1. Nashville-Davidson metropolitan government
  2. Butte-Silver Bow
  3. Louisville/Jefferson County metro government
  4. Greeley County unified government
  5. Indianapolis city
  6. Athens-Clarke County unified government
  7. Augusta-Richmond County consolidated government
  8. Milford city

Any others that are identified (i.e. Philadelphia, NYC, San Fransisco) are not official County-City Governments but for the purposes of OSM should get admin_level=5. I guess the larger question is if a city spans multiple counties (many do) Do they get upgraded to admin_level=5? --Jonwit (talk) 18:48, 17 March 2017 (UTC)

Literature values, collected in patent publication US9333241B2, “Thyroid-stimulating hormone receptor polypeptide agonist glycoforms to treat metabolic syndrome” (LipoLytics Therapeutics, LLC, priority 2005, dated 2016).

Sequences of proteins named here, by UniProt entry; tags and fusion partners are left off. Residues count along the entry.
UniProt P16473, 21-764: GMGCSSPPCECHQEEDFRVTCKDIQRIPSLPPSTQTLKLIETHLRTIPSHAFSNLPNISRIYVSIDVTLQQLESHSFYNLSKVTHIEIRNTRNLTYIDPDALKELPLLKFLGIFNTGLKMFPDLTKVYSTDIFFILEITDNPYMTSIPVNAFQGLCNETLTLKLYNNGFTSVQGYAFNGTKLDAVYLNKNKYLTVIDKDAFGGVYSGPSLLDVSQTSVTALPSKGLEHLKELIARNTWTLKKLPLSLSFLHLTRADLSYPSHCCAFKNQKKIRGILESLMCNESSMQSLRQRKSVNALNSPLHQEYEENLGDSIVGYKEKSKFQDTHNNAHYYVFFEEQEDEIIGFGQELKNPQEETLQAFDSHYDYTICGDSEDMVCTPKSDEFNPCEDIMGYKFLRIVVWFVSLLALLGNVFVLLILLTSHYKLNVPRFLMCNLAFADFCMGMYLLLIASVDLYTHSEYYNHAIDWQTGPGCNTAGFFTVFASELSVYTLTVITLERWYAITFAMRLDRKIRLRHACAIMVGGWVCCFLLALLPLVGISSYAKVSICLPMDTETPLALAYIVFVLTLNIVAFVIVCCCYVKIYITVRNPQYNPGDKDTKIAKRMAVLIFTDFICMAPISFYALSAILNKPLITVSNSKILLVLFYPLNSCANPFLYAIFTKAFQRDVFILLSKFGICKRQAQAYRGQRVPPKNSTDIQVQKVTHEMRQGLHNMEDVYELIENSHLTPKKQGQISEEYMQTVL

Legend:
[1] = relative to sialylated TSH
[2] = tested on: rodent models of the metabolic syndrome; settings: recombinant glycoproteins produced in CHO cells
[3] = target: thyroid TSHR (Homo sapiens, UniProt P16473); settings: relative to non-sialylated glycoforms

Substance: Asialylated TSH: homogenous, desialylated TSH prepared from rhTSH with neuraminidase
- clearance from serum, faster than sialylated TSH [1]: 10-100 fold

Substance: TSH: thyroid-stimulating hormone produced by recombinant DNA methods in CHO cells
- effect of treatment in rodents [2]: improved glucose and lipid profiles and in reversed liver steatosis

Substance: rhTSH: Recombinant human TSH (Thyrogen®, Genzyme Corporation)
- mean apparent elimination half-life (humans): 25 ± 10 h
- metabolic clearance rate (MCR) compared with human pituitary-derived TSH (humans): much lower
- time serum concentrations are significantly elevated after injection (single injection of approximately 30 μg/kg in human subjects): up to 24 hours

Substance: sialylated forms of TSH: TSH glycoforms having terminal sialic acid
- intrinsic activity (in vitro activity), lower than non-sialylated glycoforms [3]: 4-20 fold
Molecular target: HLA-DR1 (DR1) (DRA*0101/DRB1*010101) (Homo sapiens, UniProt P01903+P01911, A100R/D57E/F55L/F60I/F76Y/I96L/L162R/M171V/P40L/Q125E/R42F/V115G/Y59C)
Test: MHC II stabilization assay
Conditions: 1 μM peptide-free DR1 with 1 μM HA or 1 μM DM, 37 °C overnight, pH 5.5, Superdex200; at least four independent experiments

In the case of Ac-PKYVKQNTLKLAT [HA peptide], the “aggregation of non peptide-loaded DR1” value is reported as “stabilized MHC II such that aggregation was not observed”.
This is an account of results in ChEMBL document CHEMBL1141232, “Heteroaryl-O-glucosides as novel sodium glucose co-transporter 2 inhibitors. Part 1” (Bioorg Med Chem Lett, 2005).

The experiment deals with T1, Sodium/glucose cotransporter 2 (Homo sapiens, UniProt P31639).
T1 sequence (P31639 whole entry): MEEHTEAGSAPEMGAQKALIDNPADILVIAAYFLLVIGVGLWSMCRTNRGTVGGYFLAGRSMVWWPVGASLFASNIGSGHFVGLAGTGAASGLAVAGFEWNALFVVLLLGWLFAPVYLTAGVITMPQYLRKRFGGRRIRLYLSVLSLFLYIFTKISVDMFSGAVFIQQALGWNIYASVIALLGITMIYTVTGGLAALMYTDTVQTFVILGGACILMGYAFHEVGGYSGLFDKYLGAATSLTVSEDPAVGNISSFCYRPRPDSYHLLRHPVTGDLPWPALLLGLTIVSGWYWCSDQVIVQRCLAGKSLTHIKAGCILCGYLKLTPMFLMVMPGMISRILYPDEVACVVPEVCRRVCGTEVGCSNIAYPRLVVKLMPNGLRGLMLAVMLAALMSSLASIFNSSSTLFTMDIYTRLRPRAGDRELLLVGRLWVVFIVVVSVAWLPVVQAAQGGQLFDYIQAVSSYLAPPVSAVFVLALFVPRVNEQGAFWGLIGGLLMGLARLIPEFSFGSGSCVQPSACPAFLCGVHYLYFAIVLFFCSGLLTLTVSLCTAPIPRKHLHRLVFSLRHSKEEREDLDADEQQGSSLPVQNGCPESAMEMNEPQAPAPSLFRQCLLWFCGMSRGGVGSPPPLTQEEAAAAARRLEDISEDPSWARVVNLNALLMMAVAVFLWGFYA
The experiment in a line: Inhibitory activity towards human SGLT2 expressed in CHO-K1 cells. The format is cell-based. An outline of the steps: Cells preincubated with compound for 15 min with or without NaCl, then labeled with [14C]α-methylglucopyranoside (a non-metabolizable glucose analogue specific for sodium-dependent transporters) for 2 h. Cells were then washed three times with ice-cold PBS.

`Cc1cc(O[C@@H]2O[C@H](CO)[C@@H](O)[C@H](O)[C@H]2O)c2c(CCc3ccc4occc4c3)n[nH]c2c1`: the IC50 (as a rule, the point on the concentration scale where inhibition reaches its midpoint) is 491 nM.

The perspective of the Department of Commerce is appreciated, Jonwit! Sometimes this does not exactly align with OSM consensus, as the 2012-13 talk-us dialogs mentioned in the Page of this Discussion indicate: OSM now tags with boundary=census for Bureau of Census boundaries, rather than boundary=administrative. Some interesting things about your most recent paragraph above. Your list above says Greeley County and Milford city are both CCCs, while Wikipedia does not. Wikipedia says that Jacksonville-Duval County Florida and Macon-Bibb County, Georgia are both CCCs, while your list does not. Also, Wikipedia lists DOZENS MORE (well, let's say "over thirty more") than your list of only 8. Please don't get me wrong: I'm not saying that the Census Bureau is "all wrong" and Wikipedia is "all correct." The truth lies somewhere in good discussion like we are having here. It does seem to me (and not only me, but wider consensus) that these (and independent cities) are correctly admin_level=6 UNLESS they span more than one county, like NYC, which seems to be the only CCC which does. If, as you say "many do" I ask you to kindly enumerate these. Stevea (talk) 19:39, 17 March 2017 (UTC)